Scratch another place off my bucket list: Bois Blanc Island, in the middle of Michigan's Straits of Mackinac, half way between the Upper Peninsula and the Lower.
As we were rounding the Lake Huron shoreline of the Michigan Mitt and driving through the northeastern town of Cheboygan on our Verizon Great Lakes Shoreline Tour, we saw a sign that directed us to the ferry dock.
The Straits of Mackinac were right off our righthand side as we made our way north on US 23 but this ferry was not for Mackinac Island – Michigan's most popular tourist destination – but for Bois Blanc Island, called by the locals “Bob lo.”
It was calling to me big time. Now it was time to visit. After all, unlike Mackinac Island, motor vehicles are allowed on Bois Blanc. That meant it had shoreline to drive.
So we made a spur of the moment decision: Let’s Go!
We loaded our Roadtrek Etrek motorhome on the ferry operated by Plaunt Transportation. Round trip for two adults and the Roadtrek was about $96, cash only. Forty-five minutes later, we pulled off into a different world.
With a fulltime population of about 60 and measuring roughly 12 miles long and six miles wide, the island has no paved roads, no traffic signals and few stop signs. Deer outnumber permanent residents by about 20 to one. We saw deeralmost everywhere we looked. People, not so much. That was just fine for us.
Cottages and summer homes help push the summertime population to a couple of thousand. But during our visit, the only time we saw other people was when we passed the bar or visited Hawks Landing, the combination general store-restaurant- gas station and real estate office that serves as the island’s nerve center.
It was at Hawks that we found a place to camp, owned by one of the locals and a few miles down the shoreline. They even had a 30 amp power hookup and water to boot. Truthfully, we probably could have stayed anywhere. There were numerous spots to pull off, right on the coast. On the northern end of the island there was another spot, without hookups, that we could have stayed for free. But it was surrounded by cedars and the mosquitos and tiny, biting black flies were congregated there out of the wind. We decided to go for the paid spot on the south side.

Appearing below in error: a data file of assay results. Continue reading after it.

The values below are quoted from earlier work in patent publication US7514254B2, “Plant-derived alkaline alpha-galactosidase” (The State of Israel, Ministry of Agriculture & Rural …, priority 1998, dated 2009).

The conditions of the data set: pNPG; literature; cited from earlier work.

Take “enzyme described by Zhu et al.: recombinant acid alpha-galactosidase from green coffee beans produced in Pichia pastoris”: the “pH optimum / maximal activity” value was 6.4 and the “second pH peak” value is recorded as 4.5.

Even there, we had mosquitoes trying to get inside. Check this video:
Think they don't do damage? Check this video. I shot this the next day when we returned to the mainland and I got a hotel room to get some relief from the insects.
Truthfully, as beautiful as Bois Blanc was, the bugs in late June were so bad that we wished we hadn't come.
Later in the summer when they die down or, better yet in the fall when a killing frost puts them away for good, would be a better time to visit.
There’s some disagreement over the name. Bois Blanc means “white wood” in French. The color of the prevalent birch tree bark and the basswood tree's white under bark that was extensively used by Native Americans and the French-speaking fur traders who first came to the island to make canoes.
Why, then, do the locals call it “Bob Lo?”
They have as long as anyone can remember. The term is believed to be an English corruption of the French pronunciation of the name.
The Great Lakes has several other islands called Bois Blanc, including one in the Detroit River that used to be the location of a popular amusement park. All those other Bois Blancs are also called Bob Lo by the locals.
At any rate, except for the bugs, we found the place to be delightfully low-keyed and out of the way place. What it lacked in amenities, it more than made up for in tranquility, beauty and a jaw-dropping display of stars in a sky totally devoid of light pollution.
If only the bugs had left us alone.
Here's our video: